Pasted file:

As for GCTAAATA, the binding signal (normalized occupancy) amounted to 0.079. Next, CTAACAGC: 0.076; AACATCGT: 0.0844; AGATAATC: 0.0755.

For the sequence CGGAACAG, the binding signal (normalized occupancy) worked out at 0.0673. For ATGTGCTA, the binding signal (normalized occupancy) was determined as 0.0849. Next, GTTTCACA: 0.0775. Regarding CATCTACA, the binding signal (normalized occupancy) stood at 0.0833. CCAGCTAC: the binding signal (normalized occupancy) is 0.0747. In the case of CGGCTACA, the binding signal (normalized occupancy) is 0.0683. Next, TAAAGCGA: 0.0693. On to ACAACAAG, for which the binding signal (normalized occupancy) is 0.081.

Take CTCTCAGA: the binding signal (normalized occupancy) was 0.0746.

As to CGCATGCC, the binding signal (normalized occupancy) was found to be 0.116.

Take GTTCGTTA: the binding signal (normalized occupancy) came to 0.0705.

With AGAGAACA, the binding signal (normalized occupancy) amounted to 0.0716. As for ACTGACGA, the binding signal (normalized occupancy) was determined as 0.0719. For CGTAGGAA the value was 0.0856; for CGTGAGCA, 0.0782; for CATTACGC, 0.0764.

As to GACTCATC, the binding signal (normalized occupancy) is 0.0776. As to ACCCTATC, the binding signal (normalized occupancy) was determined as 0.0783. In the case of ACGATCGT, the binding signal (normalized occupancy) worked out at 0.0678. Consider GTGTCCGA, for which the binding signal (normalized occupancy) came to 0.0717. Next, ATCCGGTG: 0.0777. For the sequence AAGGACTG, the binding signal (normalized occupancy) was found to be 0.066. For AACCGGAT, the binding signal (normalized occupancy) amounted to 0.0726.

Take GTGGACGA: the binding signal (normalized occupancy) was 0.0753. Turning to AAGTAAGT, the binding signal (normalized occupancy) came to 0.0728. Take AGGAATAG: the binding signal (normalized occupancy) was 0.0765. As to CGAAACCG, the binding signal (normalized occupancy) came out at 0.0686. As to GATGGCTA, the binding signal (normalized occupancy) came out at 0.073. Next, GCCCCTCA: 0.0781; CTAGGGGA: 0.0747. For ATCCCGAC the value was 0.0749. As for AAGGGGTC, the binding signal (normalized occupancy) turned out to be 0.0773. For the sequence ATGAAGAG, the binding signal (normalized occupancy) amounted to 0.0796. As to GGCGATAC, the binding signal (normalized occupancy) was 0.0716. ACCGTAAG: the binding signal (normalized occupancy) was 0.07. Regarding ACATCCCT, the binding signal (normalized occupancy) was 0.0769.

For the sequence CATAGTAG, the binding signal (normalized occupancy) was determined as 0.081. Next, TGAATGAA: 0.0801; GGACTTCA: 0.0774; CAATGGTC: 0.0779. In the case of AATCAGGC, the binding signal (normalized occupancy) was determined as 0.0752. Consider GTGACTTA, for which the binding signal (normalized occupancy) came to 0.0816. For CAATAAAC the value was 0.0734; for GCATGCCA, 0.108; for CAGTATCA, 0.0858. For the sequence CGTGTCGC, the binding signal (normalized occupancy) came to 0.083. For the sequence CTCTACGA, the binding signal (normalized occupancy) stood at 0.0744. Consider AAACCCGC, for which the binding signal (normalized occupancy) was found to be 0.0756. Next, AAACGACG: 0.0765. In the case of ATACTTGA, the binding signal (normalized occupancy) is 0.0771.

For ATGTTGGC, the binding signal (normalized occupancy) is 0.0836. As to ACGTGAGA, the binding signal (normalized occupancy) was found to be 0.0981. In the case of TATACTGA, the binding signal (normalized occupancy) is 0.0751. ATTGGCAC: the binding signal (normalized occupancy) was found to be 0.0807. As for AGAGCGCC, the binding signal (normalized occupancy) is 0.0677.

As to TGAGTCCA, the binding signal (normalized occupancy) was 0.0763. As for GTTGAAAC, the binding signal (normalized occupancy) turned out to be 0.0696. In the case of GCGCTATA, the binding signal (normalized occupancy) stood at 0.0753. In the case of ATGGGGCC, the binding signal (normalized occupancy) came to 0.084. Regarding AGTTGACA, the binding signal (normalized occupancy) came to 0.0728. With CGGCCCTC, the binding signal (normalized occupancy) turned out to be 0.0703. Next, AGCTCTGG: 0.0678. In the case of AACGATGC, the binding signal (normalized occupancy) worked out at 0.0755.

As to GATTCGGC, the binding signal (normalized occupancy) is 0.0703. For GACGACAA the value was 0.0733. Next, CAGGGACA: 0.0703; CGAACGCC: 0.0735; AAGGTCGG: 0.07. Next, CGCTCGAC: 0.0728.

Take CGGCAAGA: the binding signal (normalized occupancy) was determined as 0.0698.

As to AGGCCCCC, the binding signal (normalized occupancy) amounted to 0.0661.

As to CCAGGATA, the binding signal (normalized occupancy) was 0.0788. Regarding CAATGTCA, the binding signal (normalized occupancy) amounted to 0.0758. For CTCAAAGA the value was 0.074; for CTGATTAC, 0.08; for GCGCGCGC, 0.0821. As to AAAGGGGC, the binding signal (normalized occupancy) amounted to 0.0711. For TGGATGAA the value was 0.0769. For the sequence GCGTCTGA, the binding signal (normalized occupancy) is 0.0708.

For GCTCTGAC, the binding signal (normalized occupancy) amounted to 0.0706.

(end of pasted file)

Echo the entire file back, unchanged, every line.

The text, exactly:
As for GCTAAATA, the binding signal (normalized occupancy) amounted to 0.079. Next, CTAACAGC: 0.076; AACATCGT: 0.0844; AGATAATC: 0.0755.

For the sequence CGGAACAG, the binding signal (normalized occupancy) worked out at 0.0673. For ATGTGCTA, the binding signal (normalized occupancy) was determined as 0.0849. Next, GTTTCACA: 0.0775. Regarding CATCTACA, the binding signal (normalized occupancy) stood at 0.0833. CCAGCTAC: the binding signal (normalized occupancy) is 0.0747. In the case of CGGCTACA, the binding signal (normalized occupancy) is 0.0683. Next, TAAAGCGA: 0.0693. On to ACAACAAG, for which the binding signal (normalized occupancy) is 0.081.

Take CTCTCAGA: the binding signal (normalized occupancy) was 0.0746.

As to CGCATGCC, the binding signal (normalized occupancy) was found to be 0.116.

Take GTTCGTTA: the binding signal (normalized occupancy) came to 0.0705.

With AGAGAACA, the binding signal (normalized occupancy) amounted to 0.0716. As for ACTGACGA, the binding signal (normalized occupancy) was determined as 0.0719. For CGTAGGAA the value was 0.0856; for CGTGAGCA, 0.0782; for CATTACGC, 0.0764.

As to GACTCATC, the binding signal (normalized occupancy) is 0.0776. As to ACCCTATC, the binding signal (normalized occupancy) was determined as 0.0783. In the case of ACGATCGT, the binding signal (normalized occupancy) worked out at 0.0678. Consider GTGTCCGA, for which the binding signal (normalized occupancy) came to 0.0717. Next, ATCCGGTG: 0.0777. For the sequence AAGGACTG, the binding signal (normalized occupancy) was found to be 0.066. For AACCGGAT, the binding signal (normalized occupancy) amounted to 0.0726.

Take GTGGACGA: the binding signal (normalized occupancy) was 0.0753. Turning to AAGTAAGT, the binding signal (normalized occupancy) came to 0.0728. Take AGGAATAG: the binding signal (normalized occupancy) was 0.0765. As to CGAAACCG, the binding signal (normalized occupancy) came out at 0.0686. As to GATGGCTA, the binding signal (normalized occupancy) came out at 0.073. Next, GCCCCTCA: 0.0781; CTAGGGGA: 0.0747. For ATCCCGAC the value was 0.0749. As for AAGGGGTC, the binding signal (normalized occupancy) turned out to be 0.0773. For the sequence ATGAAGAG, the binding signal (normalized occupancy) amounted to 0.0796. As to GGCGATAC, the binding signal (normalized occupancy) was 0.0716. ACCGTAAG: the binding signal (normalized occupancy) was 0.07. Regarding ACATCCCT, the binding signal (normalized occupancy) was 0.0769.

For the sequence CATAGTAG, the binding signal (normalized occupancy) was determined as 0.081. Next, TGAATGAA: 0.0801; GGACTTCA: 0.0774; CAATGGTC: 0.0779. In the case of AATCAGGC, the binding signal (normalized occupancy) was determined as 0.0752. Consider GTGACTTA, for which the binding signal (normalized occupancy) came to 0.0816. For CAATAAAC the value was 0.0734; for GCATGCCA, 0.108; for CAGTATCA, 0.0858. For the sequence CGTGTCGC, the binding signal (normalized occupancy) came to 0.083. For the sequence CTCTACGA, the binding signal (normalized occupancy) stood at 0.0744. Consider AAACCCGC, for which the binding signal (normalized occupancy) was found to be 0.0756. Next, AAACGACG: 0.0765. In the case of ATACTTGA, the binding signal (normalized occupancy) is 0.0771.

For ATGTTGGC, the binding signal (normalized occupancy) is 0.0836. As to ACGTGAGA, the binding signal (normalized occupancy) was found to be 0.0981. In the case of TATACTGA, the binding signal (normalized occupancy) is 0.0751. ATTGGCAC: the binding signal (normalized occupancy) was found to be 0.0807. As for AGAGCGCC, the binding signal (normalized occupancy) is 0.0677.

As to TGAGTCCA, the binding signal (normalized occupancy) was 0.0763. As for GTTGAAAC, the binding signal (normalized occupancy) turned out to be 0.0696. In the case of GCGCTATA, the binding signal (normalized occupancy) stood at 0.0753. In the case of ATGGGGCC, the binding signal (normalized occupancy) came to 0.084. Regarding AGTTGACA, the binding signal (normalized occupancy) came to 0.0728. With CGGCCCTC, the binding signal (normalized occupancy) turned out to be 0.0703. Next, AGCTCTGG: 0.0678. In the case of AACGATGC, the binding signal (normalized occupancy) worked out at 0.0755.

As to GATTCGGC, the binding signal (normalized occupancy) is 0.0703. For GACGACAA the value was 0.0733. Next, CAGGGACA: 0.0703; CGAACGCC: 0.0735; AAGGTCGG: 0.07. Next, CGCTCGAC: 0.0728.

Take CGGCAAGA: the binding signal (normalized occupancy) was determined as 0.0698.

As to AGGCCCCC, the binding signal (normalized occupancy) amounted to 0.0661.

As to CCAGGATA, the binding signal (normalized occupancy) was 0.0788. Regarding CAATGTCA, the binding signal (normalized occupancy) amounted to 0.0758. For CTCAAAGA the value was 0.074; for CTGATTAC, 0.08; for GCGCGCGC, 0.0821. As to AAAGGGGC, the binding signal (normalized occupancy) amounted to 0.0711. For TGGATGAA the value was 0.0769. For the sequence GCGTCTGA, the binding signal (normalized occupancy) is 0.0708.

For GCTCTGAC, the binding signal (normalized occupancy) amounted to 0.0706.